The majority of the judges (5 of 7) had decided that Section 251 violated Canadian women’s constitutional rights to the security of the person. Only one, however, Madam Justice Bertha Wilson, declared that women had a right to an abortion in the early stages of pregnancy. Moreover, all of the majority decisions conceded the state’s interest in protecting the foetus.”-- Brodie, Janine, “Choice and No Choice in the House” in The Politics of Abortion, Oxford University Press, 1992, page 59-60.

For an analysis of what the Supreme Court decided in the 1988 Morgentaler decision see this resource from the Library of Parliament: Abortion: Constitutional and Legal Developments, prepared by Mollie Dunsmuir, Law and Government Division, Reviewed 18 August, 1998.
iv  R v. Morgentaler [1988] 1 S.C.R.; Tremblay v. Daigle, [1989] 2 S.C.R. 530; Dobson (Litigation Guardian of)  v. Dobson, [1999] 2 S.C.R. 753; Winnipeg Child and Family Services v. DFG [1997] SCR 925

Saturday, December 27, 2014

Letters in the National Post: Killing in the name of medicine

Re: ‘The CMA’s Recent Change Of Heart On The Ethics Of Euthanasia,’ letters to the editor, Dec. 24.

Killing in the name of medicine, doctors speak out.
"For me to participate as a physician in euthanasia or assisted suicide would be to abandon my obligation to my patient to give them the best care I can. It would be to convert my action towards my patient from a conventional relationship of caring and scientific excellence, to that of a contractor who simply does what the patient requests for a fee." Paul Pitt, Toronto. 
"As a physician who has spent almost his whole career in joint hospital-based and family practice, I have never had reason to euthanize any of my patients, though I have been asked. Undoubtedly, some end-of-life patients suffer terribly, but there are adequate means to palliate this. 
My main objections to assisted suicide are two fold: One can never be certain that some apparently terminal patients may not recover and; in shared care, a doctor who plans to give a patient a few days to recover may discover that his or her patient has been euthanised while he or she was away, without the patient’s consent, because of pressure for beds. This has happened in Europe. This slippery slope pressure in going to increase with our increasingly aging population.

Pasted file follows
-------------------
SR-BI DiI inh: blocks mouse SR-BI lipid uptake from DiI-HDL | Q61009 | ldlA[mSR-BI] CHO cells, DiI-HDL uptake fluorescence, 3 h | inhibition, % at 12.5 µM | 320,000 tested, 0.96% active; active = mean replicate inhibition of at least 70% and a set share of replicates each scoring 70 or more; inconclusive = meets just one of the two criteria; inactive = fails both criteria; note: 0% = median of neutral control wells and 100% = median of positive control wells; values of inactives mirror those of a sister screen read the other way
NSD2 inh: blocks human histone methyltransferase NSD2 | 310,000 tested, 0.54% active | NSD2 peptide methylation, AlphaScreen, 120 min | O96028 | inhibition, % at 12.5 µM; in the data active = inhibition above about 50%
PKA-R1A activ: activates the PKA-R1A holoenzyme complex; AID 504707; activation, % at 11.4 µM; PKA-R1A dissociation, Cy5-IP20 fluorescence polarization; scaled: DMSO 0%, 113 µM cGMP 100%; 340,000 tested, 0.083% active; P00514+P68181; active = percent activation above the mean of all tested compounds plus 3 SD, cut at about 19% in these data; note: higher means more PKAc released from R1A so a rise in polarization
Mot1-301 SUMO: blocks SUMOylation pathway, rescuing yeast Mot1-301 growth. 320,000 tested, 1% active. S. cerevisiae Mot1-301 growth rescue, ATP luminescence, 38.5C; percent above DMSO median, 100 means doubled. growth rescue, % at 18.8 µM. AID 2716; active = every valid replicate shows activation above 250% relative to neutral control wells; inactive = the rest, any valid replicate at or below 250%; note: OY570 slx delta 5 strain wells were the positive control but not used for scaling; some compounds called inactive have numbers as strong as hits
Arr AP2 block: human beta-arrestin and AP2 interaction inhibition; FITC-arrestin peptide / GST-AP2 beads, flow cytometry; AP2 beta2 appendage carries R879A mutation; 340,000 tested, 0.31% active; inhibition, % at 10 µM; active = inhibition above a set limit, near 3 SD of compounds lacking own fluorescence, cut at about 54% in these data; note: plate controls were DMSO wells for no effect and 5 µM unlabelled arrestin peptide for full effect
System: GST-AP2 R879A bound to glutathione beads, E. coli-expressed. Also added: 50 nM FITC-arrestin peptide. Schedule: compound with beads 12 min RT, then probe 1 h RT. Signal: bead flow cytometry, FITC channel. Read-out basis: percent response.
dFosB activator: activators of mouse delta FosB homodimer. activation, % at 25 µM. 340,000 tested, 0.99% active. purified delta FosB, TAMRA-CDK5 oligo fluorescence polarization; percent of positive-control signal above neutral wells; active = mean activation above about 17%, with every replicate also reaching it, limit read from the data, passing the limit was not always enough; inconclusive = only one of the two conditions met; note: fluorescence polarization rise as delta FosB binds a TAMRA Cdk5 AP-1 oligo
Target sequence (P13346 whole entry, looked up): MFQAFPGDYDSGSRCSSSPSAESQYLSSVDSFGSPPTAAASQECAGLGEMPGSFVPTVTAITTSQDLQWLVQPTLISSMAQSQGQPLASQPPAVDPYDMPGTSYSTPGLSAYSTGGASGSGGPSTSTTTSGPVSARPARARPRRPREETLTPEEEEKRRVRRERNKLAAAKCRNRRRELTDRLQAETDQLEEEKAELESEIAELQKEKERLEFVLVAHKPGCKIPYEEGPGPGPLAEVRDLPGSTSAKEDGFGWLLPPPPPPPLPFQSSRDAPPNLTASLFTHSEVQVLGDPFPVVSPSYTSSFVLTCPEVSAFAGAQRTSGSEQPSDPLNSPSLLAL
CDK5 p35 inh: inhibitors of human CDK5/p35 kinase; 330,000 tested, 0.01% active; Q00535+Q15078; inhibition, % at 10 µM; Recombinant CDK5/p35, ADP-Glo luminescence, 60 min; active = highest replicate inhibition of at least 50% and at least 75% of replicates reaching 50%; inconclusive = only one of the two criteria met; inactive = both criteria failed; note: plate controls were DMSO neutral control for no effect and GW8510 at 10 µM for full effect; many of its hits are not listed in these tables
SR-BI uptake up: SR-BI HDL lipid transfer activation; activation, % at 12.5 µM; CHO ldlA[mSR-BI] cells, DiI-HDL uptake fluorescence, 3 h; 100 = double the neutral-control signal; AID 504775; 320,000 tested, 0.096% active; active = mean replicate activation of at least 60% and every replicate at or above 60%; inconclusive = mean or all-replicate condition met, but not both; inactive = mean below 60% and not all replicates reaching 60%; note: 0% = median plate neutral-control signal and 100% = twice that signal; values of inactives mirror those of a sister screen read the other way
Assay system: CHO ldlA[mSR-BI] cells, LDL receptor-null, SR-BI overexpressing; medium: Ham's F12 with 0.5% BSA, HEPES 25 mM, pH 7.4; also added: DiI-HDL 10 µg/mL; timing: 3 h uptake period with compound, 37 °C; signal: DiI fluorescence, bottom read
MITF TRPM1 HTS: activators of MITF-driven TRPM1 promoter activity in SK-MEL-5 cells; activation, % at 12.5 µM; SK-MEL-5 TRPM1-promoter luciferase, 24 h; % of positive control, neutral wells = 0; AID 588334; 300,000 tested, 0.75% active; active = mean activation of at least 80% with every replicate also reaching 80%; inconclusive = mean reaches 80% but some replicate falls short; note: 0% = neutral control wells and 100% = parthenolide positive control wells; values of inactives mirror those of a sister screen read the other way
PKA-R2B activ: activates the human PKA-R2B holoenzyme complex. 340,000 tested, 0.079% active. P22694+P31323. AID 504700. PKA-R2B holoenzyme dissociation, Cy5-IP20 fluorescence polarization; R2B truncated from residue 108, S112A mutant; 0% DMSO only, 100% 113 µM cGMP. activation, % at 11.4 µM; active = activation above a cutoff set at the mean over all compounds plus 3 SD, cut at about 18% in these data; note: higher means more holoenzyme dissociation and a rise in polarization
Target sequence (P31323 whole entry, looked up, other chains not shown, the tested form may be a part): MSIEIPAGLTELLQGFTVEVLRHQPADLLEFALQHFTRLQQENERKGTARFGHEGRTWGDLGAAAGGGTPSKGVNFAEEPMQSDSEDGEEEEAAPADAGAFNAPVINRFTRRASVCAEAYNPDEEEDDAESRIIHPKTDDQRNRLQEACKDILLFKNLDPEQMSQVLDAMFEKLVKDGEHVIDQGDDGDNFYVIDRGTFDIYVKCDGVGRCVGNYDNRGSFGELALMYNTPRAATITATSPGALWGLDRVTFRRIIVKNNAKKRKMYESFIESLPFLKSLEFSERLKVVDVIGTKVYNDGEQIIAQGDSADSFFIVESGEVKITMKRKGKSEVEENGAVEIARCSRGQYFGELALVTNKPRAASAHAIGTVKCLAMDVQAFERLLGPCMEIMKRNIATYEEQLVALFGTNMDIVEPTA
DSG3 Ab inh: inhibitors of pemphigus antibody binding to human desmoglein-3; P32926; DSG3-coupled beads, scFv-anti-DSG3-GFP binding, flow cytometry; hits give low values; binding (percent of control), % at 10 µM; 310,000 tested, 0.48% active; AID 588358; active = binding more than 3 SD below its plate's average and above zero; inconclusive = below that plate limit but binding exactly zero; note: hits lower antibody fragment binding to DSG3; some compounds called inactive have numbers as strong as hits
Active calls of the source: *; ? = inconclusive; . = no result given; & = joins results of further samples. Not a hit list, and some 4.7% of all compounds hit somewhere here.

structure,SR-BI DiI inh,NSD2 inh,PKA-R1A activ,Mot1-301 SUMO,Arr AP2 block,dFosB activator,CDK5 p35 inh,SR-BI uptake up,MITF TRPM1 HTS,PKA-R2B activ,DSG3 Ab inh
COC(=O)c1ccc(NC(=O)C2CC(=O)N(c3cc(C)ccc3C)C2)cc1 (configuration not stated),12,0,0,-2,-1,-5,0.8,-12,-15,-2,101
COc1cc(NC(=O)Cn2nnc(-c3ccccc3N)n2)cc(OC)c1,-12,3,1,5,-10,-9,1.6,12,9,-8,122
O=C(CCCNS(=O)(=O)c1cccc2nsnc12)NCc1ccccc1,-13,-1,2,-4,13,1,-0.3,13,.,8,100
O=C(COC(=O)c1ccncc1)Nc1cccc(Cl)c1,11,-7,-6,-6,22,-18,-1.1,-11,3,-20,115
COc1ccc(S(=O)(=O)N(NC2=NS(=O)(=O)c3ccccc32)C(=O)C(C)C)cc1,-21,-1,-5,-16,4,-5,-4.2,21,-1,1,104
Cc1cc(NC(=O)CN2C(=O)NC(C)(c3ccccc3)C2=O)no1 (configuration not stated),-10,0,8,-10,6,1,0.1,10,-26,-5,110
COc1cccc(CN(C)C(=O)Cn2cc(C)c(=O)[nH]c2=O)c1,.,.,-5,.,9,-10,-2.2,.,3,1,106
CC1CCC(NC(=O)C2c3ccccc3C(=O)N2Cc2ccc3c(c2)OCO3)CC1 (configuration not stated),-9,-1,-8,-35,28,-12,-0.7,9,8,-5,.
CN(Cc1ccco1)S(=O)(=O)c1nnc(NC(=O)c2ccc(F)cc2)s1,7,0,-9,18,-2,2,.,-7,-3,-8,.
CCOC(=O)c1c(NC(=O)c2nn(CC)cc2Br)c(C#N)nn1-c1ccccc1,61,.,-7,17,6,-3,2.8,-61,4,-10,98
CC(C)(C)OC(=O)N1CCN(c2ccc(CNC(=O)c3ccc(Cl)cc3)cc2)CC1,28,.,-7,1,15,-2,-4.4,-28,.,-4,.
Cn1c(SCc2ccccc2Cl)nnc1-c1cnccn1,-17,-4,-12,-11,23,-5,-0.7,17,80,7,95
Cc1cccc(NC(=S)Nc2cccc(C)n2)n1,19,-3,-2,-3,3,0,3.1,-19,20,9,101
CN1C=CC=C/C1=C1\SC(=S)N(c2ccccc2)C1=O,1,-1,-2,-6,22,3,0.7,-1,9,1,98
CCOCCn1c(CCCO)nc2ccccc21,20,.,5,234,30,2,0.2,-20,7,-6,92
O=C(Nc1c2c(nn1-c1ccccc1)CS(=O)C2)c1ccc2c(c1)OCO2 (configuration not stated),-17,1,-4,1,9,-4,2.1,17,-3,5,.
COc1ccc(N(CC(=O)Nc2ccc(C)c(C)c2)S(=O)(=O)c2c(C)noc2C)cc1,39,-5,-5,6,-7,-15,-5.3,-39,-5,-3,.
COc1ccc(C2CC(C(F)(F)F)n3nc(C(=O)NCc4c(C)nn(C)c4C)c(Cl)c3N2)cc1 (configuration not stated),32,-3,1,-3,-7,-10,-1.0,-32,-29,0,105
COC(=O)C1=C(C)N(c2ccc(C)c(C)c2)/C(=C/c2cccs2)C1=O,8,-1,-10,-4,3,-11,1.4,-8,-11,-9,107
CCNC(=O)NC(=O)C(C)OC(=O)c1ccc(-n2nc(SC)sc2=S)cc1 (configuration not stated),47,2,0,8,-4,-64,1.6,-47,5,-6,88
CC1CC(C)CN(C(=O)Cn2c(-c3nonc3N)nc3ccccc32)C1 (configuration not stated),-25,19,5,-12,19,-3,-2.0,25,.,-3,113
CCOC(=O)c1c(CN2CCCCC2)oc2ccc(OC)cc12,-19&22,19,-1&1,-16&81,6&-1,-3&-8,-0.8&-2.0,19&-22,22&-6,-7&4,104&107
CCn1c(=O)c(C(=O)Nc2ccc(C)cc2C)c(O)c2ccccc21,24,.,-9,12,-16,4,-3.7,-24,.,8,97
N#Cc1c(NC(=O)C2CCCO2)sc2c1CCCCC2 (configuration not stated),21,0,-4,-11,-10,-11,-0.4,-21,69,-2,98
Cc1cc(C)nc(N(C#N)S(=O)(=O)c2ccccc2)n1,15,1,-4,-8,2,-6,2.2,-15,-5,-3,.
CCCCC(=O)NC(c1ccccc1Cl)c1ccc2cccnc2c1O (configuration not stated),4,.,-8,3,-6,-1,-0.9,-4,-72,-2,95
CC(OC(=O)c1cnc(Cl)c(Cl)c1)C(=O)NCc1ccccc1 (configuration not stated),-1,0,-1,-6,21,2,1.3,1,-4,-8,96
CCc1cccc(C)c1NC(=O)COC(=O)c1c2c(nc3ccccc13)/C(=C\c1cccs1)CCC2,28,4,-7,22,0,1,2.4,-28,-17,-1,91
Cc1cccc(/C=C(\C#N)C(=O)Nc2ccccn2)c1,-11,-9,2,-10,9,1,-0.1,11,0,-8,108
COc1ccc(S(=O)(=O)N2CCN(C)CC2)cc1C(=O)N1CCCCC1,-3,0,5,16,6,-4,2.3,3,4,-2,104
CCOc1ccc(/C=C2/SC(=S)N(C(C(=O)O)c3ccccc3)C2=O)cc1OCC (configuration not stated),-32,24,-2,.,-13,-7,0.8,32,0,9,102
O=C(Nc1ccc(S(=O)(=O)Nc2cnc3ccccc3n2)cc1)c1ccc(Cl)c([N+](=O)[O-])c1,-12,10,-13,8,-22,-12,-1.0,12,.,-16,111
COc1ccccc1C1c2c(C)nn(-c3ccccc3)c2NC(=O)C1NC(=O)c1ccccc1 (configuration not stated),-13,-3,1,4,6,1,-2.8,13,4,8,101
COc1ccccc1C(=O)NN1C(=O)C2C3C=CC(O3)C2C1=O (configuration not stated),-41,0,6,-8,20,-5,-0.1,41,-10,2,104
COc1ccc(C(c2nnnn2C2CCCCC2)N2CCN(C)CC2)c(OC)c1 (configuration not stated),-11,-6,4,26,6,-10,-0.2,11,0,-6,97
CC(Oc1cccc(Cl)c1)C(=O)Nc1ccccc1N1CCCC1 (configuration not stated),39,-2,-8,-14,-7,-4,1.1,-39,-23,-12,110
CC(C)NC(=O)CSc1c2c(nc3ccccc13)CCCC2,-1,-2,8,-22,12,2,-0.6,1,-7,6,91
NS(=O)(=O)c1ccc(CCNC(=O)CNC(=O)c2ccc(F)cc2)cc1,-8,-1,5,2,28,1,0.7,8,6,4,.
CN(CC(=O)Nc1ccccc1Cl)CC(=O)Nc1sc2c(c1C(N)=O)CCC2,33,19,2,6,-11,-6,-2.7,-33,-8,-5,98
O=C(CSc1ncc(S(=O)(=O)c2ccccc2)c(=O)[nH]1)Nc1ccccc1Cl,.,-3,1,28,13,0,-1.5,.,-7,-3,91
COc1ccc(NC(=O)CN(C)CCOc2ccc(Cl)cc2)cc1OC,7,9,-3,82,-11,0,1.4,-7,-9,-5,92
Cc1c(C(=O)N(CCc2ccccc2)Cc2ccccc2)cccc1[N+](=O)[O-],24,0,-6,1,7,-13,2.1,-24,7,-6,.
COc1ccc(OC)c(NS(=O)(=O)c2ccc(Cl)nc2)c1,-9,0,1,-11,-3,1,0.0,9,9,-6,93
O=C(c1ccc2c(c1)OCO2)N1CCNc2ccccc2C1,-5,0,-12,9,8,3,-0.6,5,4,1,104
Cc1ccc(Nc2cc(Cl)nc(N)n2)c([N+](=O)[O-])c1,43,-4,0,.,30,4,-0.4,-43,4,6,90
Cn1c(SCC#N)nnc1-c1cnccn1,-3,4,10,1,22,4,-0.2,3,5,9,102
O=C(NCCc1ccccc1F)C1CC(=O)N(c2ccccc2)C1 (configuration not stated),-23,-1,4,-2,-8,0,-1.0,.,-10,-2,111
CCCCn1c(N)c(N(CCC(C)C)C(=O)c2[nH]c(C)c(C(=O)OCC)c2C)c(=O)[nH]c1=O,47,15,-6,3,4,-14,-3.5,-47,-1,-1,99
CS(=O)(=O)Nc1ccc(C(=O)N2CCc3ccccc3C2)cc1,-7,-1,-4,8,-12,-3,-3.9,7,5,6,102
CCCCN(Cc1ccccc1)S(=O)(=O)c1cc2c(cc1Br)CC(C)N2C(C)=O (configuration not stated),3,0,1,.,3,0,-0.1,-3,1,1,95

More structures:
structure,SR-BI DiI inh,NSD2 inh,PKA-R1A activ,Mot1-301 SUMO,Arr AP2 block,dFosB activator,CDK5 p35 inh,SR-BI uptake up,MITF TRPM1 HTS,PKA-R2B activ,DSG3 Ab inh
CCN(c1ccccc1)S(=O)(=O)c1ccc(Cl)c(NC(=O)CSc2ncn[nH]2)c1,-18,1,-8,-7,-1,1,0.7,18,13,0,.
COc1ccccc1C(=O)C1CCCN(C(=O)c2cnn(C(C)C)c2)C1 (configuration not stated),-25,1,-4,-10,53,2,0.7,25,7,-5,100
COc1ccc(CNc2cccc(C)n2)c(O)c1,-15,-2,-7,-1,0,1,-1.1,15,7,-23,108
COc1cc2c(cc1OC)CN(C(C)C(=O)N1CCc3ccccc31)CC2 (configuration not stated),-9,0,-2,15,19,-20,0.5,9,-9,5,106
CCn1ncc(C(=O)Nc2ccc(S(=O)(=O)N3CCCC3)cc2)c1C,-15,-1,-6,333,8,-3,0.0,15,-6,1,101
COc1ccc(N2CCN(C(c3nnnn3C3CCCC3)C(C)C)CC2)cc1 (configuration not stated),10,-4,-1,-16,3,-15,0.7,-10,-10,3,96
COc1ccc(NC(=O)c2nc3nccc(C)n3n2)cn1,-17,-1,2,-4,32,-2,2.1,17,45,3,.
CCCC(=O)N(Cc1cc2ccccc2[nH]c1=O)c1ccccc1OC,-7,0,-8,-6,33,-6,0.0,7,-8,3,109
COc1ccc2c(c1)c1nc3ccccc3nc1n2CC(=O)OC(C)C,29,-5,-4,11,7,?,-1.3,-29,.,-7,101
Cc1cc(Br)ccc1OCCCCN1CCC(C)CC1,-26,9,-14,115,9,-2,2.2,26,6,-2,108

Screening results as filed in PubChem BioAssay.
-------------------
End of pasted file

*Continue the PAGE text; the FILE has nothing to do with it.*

If we are going to exterminate people, then we need a new trained professional. In the Hippocratic oath that we recited at graduation, we promised to never knowingly give a patient a deadly substance. It is, therefore, incompatible for a physician to do everything possible to cure a patient on the one hand, and assist with their suicide on the other." Terence Aitken, Stratford, Ont. 
"I feel betrayed by the Canadian Medical Association. It is are suffering from the delusion that you can have just a little bit of assisted suicide or euthanasia. There is no place for the physician in the deliberate ending of their patients’ lives. There is nothing dignified in this. Their role is to allow the patient to live with dignity until they reach a natural death." Anthony Kerigan, Dundas, Ont.

Friday, December 26, 2014

Conscience, Mind Manipulation, and the 4th “R”

Response to the Globe and Mail’s Dec. 11 editorial: "Ontario MDs should not refuse contraception out of religious belief"

By Jean Maloney

I found something quite outstanding about this editorial.

While it is clear the editorialist does not support physicians’ freedom to practice medicine according to conscience, what especially stands out for me is the lack of any cogent argument in defense of that position.

Let me say right off, I will not attempt in this article to defend freedom of conscience (although I do support it.) Rather, I will explain how the G&M’s attempt to justify its position against freedom of conscience is flawed. It behooves all of us to assess with a critical mind arguments put forward to justify a particular position on any controversial issue and not be misled by what might sound reasonable, but in fact, is either untrue or unsubstantiated.

To start with, there is an underlying false premise in the opening line: “A physician who is predisposed by faith or belief to make negative moral judgments about a patient is a bad doctor.” However, one needs to read the second paragraph before being able to put that opening line into context and thereby recognize the false premise. In the second paragraph we read: “The need for a new policy became clear when an Ottawa woman was turned away from a walk-in clinic last February after she attempted to get a refill on her birth-control medication – a rejection letter from one of the clinic’s doctors cited his ethical and religious objections.”

The G&M editorialist is in essence saying that the Ottawa doctor’s refusal to prescribe the birth-control pill to the woman amounts to that doctor making a “negative moral judgment about a patient.”

And that is false.